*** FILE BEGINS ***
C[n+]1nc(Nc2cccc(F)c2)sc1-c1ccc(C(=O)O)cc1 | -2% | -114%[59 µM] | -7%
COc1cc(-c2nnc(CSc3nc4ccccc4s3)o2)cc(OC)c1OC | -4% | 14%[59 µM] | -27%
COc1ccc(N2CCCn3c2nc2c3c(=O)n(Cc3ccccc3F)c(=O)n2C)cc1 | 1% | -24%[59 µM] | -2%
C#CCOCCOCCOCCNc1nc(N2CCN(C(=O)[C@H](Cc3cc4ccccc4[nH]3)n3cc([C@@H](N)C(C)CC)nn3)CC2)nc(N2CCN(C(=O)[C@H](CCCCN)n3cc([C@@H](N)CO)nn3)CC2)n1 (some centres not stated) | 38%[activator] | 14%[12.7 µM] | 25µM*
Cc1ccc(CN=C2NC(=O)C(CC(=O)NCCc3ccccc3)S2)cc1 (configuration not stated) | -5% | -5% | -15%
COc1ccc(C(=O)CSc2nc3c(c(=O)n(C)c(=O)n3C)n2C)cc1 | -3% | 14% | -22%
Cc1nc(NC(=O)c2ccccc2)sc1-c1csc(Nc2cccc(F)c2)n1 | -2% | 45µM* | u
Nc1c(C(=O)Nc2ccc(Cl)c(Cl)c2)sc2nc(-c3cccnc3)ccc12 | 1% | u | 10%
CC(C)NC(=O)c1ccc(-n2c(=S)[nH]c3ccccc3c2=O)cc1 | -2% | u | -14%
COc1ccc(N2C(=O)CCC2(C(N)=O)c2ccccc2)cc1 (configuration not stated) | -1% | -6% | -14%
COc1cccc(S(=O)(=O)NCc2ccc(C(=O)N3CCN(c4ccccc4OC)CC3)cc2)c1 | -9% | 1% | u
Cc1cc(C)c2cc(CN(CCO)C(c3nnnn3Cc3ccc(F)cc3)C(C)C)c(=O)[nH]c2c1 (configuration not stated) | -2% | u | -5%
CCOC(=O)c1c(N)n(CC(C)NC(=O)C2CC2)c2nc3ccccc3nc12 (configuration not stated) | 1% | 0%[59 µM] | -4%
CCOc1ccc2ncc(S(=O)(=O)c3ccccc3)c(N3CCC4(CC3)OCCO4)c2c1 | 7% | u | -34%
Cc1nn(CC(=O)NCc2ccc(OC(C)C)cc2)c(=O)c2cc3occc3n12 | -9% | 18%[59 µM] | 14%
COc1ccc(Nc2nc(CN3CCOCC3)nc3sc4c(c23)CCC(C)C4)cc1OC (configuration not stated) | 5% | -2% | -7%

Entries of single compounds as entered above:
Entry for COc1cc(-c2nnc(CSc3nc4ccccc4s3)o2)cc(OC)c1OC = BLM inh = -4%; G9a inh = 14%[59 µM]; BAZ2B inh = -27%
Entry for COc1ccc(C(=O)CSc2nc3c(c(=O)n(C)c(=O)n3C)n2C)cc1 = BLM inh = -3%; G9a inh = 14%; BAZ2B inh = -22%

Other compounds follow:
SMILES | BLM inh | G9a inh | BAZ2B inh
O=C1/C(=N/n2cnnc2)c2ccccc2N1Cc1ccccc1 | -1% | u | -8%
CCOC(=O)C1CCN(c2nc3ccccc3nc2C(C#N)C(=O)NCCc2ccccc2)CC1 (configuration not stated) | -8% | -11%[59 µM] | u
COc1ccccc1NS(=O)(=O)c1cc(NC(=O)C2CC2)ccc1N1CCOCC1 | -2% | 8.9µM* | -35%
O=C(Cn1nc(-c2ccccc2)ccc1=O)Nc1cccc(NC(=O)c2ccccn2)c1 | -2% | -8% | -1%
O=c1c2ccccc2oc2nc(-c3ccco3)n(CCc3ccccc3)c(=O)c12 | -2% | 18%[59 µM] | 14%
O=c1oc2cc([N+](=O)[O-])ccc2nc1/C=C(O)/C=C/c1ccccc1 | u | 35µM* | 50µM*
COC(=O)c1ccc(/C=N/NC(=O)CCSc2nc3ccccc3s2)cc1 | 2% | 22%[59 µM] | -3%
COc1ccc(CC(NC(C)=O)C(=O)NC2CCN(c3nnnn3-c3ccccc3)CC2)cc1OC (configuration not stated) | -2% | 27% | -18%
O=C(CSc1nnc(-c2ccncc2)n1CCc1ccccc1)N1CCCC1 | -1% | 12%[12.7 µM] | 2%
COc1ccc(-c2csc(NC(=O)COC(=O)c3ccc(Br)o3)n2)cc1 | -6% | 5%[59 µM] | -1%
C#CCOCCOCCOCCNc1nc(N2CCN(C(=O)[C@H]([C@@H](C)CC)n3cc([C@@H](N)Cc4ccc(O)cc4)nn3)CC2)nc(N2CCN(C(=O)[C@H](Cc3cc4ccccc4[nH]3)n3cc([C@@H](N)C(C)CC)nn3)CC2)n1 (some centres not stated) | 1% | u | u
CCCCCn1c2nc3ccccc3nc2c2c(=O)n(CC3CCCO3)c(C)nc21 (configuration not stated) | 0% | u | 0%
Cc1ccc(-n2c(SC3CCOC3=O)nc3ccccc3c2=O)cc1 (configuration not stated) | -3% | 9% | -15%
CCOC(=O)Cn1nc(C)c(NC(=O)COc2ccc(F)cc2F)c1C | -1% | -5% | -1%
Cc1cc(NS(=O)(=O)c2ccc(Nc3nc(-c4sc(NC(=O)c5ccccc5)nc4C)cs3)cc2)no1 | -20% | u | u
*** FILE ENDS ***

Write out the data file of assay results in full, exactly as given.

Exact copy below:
C[n+]1nc(Nc2cccc(F)c2)sc1-c1ccc(C(=O)O)cc1 | -2% | -114%[59 µM] | -7%
COc1cc(-c2nnc(CSc3nc4ccccc4s3)o2)cc(OC)c1OC | -4% | 14%[59 µM] | -27%
COc1ccc(N2CCCn3c2nc2c3c(=O)n(Cc3ccccc3F)c(=O)n2C)cc1 | 1% | -24%[59 µM] | -2%
C#CCOCCOCCOCCNc1nc(N2CCN(C(=O)[C@H](Cc3cc4ccccc4[nH]3)n3cc([C@@H](N)C(C)CC)nn3)CC2)nc(N2CCN(C(=O)[C@H](CCCCN)n3cc([C@@H](N)CO)nn3)CC2)n1 (some centres not stated) | 38%[activator] | 14%[12.7 µM] | 25µM*
Cc1ccc(CN=C2NC(=O)C(CC(=O)NCCc3ccccc3)S2)cc1 (configuration not stated) | -5% | -5% | -15%
COc1ccc(C(=O)CSc2nc3c(c(=O)n(C)c(=O)n3C)n2C)cc1 | -3% | 14% | -22%
Cc1nc(NC(=O)c2ccccc2)sc1-c1csc(Nc2cccc(F)c2)n1 | -2% | 45µM* | u
Nc1c(C(=O)Nc2ccc(Cl)c(Cl)c2)sc2nc(-c3cccnc3)ccc12 | 1% | u | 10%
CC(C)NC(=O)c1ccc(-n2c(=S)[nH]c3ccccc3c2=O)cc1 | -2% | u | -14%
COc1ccc(N2C(=O)CCC2(C(N)=O)c2ccccc2)cc1 (configuration not stated) | -1% | -6% | -14%
COc1cccc(S(=O)(=O)NCc2ccc(C(=O)N3CCN(c4ccccc4OC)CC3)cc2)c1 | -9% | 1% | u
Cc1cc(C)c2cc(CN(CCO)C(c3nnnn3Cc3ccc(F)cc3)C(C)C)c(=O)[nH]c2c1 (configuration not stated) | -2% | u | -5%
CCOC(=O)c1c(N)n(CC(C)NC(=O)C2CC2)c2nc3ccccc3nc12 (configuration not stated) | 1% | 0%[59 µM] | -4%
CCOc1ccc2ncc(S(=O)(=O)c3ccccc3)c(N3CCC4(CC3)OCCO4)c2c1 | 7% | u | -34%
Cc1nn(CC(=O)NCc2ccc(OC(C)C)cc2)c(=O)c2cc3occc3n12 | -9% | 18%[59 µM] | 14%
COc1ccc(Nc2nc(CN3CCOCC3)nc3sc4c(c23)CCC(C)C4)cc1OC (configuration not stated) | 5% | -2% | -7%

Entries of single compounds as entered above:
Entry for COc1cc(-c2nnc(CSc3nc4ccccc4s3)o2)cc(OC)c1OC = BLM inh = -4%; G9a inh = 14%[59 µM]; BAZ2B inh = -27%
Entry for COc1ccc(C(=O)CSc2nc3c(c(=O)n(C)c(=O)n3C)n2C)cc1 = BLM inh = -3%; G9a inh = 14%; BAZ2B inh = -22%

Other compounds follow:
SMILES | BLM inh | G9a inh | BAZ2B inh
O=C1/C(=N/n2cnnc2)c2ccccc2N1Cc1ccccc1 | -1% | u | -8%
CCOC(=O)C1CCN(c2nc3ccccc3nc2C(C#N)C(=O)NCCc2ccccc2)CC1 (configuration not stated) | -8% | -11%[59 µM] | u
COc1ccccc1NS(=O)(=O)c1cc(NC(=O)C2CC2)ccc1N1CCOCC1 | -2% | 8.9µM* | -35%
O=C(Cn1nc(-c2ccccc2)ccc1=O)Nc1cccc(NC(=O)c2ccccn2)c1 | -2% | -8% | -1%
O=c1c2ccccc2oc2nc(-c3ccco3)n(CCc3ccccc3)c(=O)c12 | -2% | 18%[59 µM] | 14%
O=c1oc2cc([N+](=O)[O-])ccc2nc1/C=C(O)/C=C/c1ccccc1 | u | 35µM* | 50µM*
COC(=O)c1ccc(/C=N/NC(=O)CCSc2nc3ccccc3s2)cc1 | 2% | 22%[59 µM] | -3%
COc1ccc(CC(NC(C)=O)C(=O)NC2CCN(c3nnnn3-c3ccccc3)CC2)cc1OC (configuration not stated) | -2% | 27% | -18%
O=C(CSc1nnc(-c2ccncc2)n1CCc1ccccc1)N1CCCC1 | -1% | 12%[12.7 µM] | 2%
COc1ccc(-c2csc(NC(=O)COC(=O)c3ccc(Br)o3)n2)cc1 | -6% | 5%[59 µM] | -1%
C#CCOCCOCCOCCNc1nc(N2CCN(C(=O)[C@H]([C@@H](C)CC)n3cc([C@@H](N)Cc4ccc(O)cc4)nn3)CC2)nc(N2CCN(C(=O)[C@H](Cc3cc4ccccc4[nH]3)n3cc([C@@H](N)C(C)CC)nn3)CC2)n1 (some centres not stated) | 1% | u | u
CCCCCn1c2nc3ccccc3nc2c2c(=O)n(CC3CCCO3)c(C)nc21 (configuration not stated) | 0% | u | 0%
Cc1ccc(-n2c(SC3CCOC3=O)nc3ccccc3c2=O)cc1 (configuration not stated) | -3% | 9% | -15%
CCOC(=O)Cn1nc(C)c(NC(=O)COc2ccc(F)cc2F)c1C | -1% | -5% | -1%
Cc1cc(NS(=O)(=O)c2ccc(Nc3nc(-c4sc(NC(=O)c5ccccc5)nc4C)cs3)cc2)no1 | -20% | u | u